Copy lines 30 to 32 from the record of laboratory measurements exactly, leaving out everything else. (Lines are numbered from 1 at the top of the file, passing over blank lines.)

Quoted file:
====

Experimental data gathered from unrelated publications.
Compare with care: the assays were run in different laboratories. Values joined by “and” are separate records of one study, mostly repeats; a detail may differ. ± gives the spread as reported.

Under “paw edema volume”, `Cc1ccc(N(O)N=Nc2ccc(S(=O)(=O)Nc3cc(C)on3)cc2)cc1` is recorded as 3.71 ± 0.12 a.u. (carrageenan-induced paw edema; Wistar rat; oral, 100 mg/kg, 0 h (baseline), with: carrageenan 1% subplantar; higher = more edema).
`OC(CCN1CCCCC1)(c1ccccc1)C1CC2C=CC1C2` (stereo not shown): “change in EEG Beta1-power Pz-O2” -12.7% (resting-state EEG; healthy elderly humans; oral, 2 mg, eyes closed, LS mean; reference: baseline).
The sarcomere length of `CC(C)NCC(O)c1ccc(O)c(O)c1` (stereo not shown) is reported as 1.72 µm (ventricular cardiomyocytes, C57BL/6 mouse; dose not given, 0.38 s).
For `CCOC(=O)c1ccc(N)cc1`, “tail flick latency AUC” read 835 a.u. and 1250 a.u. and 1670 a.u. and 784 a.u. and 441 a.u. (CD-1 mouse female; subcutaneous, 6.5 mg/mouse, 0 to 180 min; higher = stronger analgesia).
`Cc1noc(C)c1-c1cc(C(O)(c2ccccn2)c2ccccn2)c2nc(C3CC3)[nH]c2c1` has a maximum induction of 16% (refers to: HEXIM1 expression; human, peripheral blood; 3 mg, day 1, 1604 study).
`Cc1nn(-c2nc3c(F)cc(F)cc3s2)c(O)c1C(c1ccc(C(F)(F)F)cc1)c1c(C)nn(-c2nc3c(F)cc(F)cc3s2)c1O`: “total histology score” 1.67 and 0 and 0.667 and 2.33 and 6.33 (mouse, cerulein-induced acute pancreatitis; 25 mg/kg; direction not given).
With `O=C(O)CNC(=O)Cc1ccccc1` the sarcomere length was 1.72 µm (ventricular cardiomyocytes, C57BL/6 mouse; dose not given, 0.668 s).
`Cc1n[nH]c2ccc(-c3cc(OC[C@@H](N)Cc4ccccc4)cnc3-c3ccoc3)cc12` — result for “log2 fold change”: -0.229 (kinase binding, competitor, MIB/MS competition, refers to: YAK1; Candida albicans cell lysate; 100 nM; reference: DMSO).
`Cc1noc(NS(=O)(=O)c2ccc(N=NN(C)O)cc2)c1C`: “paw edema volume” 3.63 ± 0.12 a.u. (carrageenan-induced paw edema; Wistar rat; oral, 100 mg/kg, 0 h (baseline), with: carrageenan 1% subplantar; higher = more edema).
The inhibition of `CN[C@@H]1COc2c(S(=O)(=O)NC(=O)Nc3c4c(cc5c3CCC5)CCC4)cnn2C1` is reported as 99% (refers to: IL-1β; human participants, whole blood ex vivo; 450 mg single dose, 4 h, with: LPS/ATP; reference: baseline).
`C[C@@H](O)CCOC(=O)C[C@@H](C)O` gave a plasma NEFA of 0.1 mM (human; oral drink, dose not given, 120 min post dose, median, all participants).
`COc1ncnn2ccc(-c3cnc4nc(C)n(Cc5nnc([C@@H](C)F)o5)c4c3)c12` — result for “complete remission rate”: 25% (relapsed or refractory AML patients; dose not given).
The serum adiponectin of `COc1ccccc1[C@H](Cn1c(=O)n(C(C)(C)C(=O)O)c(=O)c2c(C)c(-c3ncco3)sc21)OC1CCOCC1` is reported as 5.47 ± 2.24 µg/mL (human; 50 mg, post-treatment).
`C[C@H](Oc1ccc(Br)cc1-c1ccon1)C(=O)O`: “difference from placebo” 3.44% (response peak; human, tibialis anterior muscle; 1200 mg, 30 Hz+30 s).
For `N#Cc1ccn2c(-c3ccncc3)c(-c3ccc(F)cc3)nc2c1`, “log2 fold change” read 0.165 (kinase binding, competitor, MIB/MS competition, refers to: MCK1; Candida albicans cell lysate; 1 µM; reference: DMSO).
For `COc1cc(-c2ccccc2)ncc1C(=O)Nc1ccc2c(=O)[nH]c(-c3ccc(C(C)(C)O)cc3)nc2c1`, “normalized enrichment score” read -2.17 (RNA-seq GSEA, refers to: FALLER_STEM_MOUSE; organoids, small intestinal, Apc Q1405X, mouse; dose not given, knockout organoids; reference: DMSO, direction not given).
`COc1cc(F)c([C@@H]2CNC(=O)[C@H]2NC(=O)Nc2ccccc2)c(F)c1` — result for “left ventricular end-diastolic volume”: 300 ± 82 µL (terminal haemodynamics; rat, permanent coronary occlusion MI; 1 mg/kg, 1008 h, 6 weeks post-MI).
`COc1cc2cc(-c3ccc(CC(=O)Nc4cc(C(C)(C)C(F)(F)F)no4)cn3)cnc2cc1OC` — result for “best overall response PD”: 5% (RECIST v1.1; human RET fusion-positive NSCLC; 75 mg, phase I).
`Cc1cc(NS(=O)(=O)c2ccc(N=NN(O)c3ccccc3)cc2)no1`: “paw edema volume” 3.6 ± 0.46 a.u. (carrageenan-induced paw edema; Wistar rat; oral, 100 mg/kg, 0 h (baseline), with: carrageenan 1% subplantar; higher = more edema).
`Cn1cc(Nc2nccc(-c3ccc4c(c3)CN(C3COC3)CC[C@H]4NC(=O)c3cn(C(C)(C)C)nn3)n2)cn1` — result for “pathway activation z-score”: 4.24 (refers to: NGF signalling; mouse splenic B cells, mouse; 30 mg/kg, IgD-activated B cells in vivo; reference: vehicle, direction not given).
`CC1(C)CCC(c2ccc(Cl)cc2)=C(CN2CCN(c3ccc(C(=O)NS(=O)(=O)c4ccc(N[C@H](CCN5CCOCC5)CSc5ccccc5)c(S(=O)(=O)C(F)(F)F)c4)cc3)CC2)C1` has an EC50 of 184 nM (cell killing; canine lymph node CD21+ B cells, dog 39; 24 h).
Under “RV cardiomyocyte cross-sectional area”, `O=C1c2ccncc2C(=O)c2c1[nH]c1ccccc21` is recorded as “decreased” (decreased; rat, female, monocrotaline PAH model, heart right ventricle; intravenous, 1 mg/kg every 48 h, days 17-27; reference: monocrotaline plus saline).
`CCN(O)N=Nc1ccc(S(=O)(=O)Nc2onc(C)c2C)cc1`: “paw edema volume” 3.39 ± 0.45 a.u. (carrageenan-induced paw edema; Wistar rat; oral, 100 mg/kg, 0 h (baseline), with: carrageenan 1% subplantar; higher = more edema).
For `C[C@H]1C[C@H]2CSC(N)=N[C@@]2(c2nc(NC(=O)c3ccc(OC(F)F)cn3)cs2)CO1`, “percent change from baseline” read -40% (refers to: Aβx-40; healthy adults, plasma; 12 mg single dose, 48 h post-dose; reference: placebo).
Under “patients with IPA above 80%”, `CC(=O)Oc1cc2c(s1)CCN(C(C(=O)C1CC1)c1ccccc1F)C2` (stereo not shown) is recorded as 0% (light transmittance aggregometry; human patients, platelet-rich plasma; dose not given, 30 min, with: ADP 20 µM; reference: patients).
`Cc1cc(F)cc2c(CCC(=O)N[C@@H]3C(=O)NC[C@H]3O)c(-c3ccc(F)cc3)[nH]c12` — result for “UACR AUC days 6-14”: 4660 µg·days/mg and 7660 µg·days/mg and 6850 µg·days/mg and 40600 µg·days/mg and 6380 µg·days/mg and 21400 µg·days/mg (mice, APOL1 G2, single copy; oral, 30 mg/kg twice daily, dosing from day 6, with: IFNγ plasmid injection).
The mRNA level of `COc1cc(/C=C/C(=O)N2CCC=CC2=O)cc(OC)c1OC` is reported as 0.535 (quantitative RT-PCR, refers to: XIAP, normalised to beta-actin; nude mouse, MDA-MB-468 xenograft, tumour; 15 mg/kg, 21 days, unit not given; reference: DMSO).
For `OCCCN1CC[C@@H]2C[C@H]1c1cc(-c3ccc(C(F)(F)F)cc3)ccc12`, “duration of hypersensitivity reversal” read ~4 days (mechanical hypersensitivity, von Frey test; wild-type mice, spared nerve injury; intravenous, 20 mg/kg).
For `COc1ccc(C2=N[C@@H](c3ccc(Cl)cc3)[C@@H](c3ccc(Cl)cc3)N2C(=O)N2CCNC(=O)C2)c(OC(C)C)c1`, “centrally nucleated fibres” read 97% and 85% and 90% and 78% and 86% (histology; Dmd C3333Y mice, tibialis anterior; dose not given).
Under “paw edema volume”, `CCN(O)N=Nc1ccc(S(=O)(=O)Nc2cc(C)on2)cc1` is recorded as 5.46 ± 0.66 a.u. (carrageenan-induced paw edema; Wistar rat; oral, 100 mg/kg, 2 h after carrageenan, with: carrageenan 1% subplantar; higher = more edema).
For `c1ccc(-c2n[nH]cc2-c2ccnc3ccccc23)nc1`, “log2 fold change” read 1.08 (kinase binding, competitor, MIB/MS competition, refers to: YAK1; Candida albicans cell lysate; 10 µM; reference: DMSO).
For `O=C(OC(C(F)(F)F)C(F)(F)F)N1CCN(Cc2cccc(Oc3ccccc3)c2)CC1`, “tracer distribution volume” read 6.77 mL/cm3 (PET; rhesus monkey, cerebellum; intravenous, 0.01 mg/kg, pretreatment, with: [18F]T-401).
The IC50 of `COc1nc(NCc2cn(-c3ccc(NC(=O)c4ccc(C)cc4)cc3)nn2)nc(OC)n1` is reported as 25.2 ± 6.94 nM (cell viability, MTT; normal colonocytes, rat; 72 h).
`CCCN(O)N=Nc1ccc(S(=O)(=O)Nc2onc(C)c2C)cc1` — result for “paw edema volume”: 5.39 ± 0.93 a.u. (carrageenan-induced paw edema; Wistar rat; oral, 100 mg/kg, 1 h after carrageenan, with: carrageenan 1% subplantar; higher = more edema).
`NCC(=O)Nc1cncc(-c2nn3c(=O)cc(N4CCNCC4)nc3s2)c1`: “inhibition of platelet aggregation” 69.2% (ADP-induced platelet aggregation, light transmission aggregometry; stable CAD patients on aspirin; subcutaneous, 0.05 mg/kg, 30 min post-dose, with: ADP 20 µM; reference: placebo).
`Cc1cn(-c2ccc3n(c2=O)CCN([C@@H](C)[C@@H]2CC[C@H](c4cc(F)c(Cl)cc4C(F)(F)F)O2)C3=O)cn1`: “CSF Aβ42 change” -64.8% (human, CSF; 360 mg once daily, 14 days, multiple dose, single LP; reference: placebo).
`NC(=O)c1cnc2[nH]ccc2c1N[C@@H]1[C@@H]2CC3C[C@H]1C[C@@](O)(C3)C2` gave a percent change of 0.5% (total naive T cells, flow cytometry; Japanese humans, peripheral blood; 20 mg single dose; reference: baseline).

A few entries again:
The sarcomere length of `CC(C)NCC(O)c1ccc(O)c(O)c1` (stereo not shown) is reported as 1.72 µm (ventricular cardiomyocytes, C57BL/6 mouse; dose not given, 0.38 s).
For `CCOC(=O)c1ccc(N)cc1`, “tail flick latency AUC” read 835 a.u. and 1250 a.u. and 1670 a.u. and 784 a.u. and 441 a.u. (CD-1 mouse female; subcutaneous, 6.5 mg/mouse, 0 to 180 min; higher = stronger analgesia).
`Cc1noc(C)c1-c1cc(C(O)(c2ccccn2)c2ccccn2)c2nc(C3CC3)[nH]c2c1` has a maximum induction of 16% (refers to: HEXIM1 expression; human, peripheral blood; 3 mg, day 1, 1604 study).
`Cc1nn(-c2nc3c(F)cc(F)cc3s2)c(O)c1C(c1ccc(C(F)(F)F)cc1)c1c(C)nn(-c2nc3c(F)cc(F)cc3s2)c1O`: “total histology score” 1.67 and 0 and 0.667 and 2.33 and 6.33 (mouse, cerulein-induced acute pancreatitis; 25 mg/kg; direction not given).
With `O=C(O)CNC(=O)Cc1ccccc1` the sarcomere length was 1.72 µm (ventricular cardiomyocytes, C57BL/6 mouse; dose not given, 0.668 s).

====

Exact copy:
For `OCCCN1CC[C@@H]2C[C@H]1c1cc(-c3ccc(C(F)(F)F)cc3)ccc12`, “duration of hypersensitivity reversal” read ~4 days (mechanical hypersensitivity, von Frey test; wild-type mice, spared nerve injury; intravenous, 20 mg/kg).
For `COc1ccc(C2=N[C@@H](c3ccc(Cl)cc3)[C@@H](c3ccc(Cl)cc3)N2C(=O)N2CCNC(=O)C2)c(OC(C)C)c1`, “centrally nucleated fibres” read 97% and 85% and 90% and 78% and 86% (histology; Dmd C3333Y mice, tibialis anterior; dose not given).
Under “paw edema volume”, `CCN(O)N=Nc1ccc(S(=O)(=O)Nc2cc(C)on2)cc1` is recorded as 5.46 ± 0.66 a.u. (carrageenan-induced paw edema; Wistar rat; oral, 100 mg/kg, 2 h after carrageenan, with: carrageenan 1% subplantar; higher = more edema).